Kick off Spring Break with three nights of The Mother Hips, original California soul since 1991! The San Francisco based band will be making their first ever stop to Alaska and they are pumped to play in front of the opening weekend spring break crowd. The Sitz will also be offering ...Read More
The beginning part of the Alaskan winter is long. Towards the middle to end of October folks start to notice the days getting shorter and colder with that trend stretching into November. The temps drop and the rain storms that frequent southcentral AK start to deliver snow on the higher ...Read More
Andrew was born in Homer, Alaska. He was an avid athlete and wrestler that dreamed of one day representing his country on the wrestling mat. After moving to Palmer, Alaska and winning multiple state titles Andrew was injured in the summer of 2005 in an ATV accident while in route to his ...Read More
Denali National Park and Preserve is north of Anchorage and can be reached via car or Alaska Railroad. Established in 1917 as Mt. McKinley National Park, it is the home of the highest peak in North America, the crowning jewel and awe-inspiring 20,320 foot Mount McKinley.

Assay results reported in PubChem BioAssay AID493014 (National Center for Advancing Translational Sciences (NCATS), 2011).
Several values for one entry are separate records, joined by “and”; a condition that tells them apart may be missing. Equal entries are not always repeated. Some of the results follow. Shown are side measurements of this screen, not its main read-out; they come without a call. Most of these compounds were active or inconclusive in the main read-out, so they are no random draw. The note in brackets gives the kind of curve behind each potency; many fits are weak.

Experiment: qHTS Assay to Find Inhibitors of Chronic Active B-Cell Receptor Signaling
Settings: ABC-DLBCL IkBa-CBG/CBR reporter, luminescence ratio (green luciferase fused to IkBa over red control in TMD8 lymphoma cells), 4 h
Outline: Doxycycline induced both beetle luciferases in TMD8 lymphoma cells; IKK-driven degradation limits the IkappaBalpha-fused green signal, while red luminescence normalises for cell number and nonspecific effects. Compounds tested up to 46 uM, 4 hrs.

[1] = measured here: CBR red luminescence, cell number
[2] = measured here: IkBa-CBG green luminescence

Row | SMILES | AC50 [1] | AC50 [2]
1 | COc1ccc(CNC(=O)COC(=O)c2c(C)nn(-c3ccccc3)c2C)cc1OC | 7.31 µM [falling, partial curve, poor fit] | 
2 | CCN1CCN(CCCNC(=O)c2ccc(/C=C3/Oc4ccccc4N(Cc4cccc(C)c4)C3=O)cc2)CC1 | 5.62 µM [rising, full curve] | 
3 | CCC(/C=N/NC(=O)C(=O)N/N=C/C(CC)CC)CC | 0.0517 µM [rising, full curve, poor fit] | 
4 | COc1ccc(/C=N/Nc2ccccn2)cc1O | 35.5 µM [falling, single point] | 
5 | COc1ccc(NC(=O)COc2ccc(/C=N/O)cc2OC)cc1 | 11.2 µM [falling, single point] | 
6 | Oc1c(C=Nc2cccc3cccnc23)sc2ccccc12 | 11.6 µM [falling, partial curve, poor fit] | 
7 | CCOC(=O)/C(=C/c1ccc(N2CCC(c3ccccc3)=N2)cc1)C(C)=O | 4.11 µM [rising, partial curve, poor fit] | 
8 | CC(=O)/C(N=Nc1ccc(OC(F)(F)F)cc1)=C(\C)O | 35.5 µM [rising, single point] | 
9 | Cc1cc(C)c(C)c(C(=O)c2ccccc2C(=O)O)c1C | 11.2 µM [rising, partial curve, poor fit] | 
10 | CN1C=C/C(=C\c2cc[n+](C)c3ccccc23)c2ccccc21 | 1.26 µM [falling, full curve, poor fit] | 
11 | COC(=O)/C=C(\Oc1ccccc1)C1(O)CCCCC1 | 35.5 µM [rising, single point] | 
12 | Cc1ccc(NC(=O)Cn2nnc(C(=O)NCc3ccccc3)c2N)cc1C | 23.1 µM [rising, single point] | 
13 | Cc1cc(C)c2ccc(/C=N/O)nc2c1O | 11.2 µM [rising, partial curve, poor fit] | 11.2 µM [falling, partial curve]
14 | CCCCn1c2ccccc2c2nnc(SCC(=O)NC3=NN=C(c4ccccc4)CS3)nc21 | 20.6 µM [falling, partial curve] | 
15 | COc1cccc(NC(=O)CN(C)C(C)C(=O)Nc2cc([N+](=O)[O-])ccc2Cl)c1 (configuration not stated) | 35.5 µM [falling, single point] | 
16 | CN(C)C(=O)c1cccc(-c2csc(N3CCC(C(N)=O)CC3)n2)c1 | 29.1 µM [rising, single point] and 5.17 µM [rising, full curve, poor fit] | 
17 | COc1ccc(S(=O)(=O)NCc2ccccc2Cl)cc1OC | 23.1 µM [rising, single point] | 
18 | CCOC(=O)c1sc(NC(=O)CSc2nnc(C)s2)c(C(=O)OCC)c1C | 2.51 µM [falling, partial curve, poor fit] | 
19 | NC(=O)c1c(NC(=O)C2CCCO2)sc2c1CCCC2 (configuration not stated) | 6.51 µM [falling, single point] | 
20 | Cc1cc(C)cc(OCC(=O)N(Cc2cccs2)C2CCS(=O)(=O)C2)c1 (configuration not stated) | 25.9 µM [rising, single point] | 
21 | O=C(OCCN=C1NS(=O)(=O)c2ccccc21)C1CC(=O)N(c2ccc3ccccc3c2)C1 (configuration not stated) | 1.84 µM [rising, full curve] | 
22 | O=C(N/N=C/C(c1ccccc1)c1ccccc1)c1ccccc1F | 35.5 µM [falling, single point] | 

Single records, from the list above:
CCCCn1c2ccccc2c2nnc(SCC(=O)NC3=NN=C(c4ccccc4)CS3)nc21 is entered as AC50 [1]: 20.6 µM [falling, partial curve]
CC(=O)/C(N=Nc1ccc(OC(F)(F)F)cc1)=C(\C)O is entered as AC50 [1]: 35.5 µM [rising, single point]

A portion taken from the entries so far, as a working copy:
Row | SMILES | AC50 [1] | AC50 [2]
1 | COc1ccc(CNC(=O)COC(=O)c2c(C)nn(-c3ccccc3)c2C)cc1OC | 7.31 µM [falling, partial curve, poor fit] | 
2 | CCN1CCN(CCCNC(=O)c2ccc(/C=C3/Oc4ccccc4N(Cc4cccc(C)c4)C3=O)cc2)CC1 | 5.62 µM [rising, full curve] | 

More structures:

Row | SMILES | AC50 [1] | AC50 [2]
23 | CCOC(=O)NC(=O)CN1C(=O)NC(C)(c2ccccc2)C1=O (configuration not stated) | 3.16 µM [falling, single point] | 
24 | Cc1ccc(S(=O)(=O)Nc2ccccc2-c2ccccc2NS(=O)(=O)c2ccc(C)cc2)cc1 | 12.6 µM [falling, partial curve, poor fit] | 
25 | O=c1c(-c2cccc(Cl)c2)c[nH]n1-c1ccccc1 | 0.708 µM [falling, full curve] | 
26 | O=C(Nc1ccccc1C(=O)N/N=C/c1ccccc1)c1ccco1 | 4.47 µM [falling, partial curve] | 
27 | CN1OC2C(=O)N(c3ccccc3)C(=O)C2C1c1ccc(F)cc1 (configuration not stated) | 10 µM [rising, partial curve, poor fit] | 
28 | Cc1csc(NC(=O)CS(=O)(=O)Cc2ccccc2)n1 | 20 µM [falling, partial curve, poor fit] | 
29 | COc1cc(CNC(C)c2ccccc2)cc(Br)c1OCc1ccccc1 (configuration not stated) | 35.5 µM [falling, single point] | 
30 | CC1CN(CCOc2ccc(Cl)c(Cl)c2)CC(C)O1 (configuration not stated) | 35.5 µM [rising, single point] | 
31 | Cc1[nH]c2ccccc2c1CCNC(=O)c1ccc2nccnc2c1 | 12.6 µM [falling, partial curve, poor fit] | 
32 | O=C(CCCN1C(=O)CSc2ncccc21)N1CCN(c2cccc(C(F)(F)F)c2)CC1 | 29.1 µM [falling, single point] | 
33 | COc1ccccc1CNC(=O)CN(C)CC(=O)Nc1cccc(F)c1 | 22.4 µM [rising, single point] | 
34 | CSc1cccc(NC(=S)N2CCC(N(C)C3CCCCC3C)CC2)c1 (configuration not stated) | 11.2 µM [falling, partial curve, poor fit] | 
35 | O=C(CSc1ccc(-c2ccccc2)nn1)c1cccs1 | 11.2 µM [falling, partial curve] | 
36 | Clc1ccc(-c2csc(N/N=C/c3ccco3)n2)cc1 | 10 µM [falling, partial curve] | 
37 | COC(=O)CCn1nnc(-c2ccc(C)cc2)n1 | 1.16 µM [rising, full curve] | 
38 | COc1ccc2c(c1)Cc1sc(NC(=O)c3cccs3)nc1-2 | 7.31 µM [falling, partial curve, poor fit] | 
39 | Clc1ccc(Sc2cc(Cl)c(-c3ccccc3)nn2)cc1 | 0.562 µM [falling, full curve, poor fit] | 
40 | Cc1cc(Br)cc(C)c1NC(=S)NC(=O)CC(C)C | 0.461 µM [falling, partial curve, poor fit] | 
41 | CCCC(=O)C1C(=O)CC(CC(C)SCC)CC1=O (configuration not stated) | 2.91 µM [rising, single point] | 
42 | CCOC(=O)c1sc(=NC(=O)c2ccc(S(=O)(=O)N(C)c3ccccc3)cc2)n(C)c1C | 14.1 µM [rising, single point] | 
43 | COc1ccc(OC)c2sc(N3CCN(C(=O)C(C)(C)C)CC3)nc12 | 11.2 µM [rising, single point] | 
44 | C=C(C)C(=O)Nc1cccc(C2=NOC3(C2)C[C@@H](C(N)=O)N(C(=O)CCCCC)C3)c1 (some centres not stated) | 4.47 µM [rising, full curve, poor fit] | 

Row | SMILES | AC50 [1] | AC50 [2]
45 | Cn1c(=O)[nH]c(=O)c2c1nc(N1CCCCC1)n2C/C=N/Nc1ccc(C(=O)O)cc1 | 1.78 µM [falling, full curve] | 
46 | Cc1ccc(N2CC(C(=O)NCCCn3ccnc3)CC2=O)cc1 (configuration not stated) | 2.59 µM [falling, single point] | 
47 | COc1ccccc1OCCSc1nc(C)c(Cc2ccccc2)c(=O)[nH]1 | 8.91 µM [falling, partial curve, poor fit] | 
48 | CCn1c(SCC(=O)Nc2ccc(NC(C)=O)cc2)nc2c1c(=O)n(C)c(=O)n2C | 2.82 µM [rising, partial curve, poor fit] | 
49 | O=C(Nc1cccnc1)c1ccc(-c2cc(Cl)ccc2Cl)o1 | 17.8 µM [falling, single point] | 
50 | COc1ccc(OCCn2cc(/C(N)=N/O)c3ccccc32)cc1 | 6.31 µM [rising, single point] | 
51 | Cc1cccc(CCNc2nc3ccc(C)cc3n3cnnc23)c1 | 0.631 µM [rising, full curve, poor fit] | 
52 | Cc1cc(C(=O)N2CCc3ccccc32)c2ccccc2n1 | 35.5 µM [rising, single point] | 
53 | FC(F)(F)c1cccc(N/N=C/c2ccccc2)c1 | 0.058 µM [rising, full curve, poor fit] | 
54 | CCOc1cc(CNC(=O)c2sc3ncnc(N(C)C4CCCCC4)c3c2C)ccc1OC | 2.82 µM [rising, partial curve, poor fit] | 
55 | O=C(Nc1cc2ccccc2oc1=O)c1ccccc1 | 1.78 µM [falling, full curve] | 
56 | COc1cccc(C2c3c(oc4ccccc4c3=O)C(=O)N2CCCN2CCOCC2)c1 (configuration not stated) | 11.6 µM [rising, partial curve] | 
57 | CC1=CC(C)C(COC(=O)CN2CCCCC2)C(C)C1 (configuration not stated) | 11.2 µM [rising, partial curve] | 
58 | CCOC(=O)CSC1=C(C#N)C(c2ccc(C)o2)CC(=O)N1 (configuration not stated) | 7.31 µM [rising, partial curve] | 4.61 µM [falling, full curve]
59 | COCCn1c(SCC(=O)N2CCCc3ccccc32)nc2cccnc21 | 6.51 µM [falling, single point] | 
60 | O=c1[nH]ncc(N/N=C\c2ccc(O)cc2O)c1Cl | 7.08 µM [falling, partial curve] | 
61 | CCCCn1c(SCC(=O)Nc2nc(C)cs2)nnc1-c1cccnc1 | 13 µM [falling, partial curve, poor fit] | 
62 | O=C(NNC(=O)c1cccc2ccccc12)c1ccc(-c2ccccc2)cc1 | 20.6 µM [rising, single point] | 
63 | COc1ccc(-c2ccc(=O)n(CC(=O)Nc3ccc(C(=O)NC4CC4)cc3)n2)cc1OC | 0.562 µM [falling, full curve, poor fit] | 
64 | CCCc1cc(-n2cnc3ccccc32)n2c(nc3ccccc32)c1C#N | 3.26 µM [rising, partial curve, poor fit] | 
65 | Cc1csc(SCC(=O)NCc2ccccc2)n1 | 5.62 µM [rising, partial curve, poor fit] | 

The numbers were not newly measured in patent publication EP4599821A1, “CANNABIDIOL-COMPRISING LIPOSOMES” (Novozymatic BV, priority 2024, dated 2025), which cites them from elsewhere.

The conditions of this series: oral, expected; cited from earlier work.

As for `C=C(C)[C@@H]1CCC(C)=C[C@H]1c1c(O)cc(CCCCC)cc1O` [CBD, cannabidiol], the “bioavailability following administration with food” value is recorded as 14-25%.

The Denali National Park and Preserve was created on December 2, 1980 by the Alaska National Interest Lands Conservation Act. At the same time, the 2,146,580 acre (8,687 km²) Denali Wilderness was established within the park. The national park is located near Denali State Park.
The size of the national park is over 6 million acres (24,500 km²), of which 4,724,735.16 acres (19,120 km²) are federally owned. The national preserve is 1,334,200 acres (543 km²), of which 1,304,132 acres (5,278 km²) are federally owned.
The Denali habitat is a mix of forest at the lowest elevations, including deciduous taiga. The preserve is also home to tundra at middle elevations, and glaciers, rock, and snow at the highest elevations.
Denali is well-known for its diversity of wildlife. There are 39 species of mammals, 167 species of birds, 10 species of fish, and one species of amphibian known in Denali. Not to be outdone, more than 650 species of flowering plants as well as many species of mosses, lichens, fungi, algae, and others grace the slopes and valleys of Denali.
Today, the park hosts more than 400,000 visitors who enjoy wildlife viewing, mountaineering, and backpacking. Wintertime recreation includes dog-sledding, cross-country skiing, and snowmobiling where allowed.
For more information, visit the National Park Service website.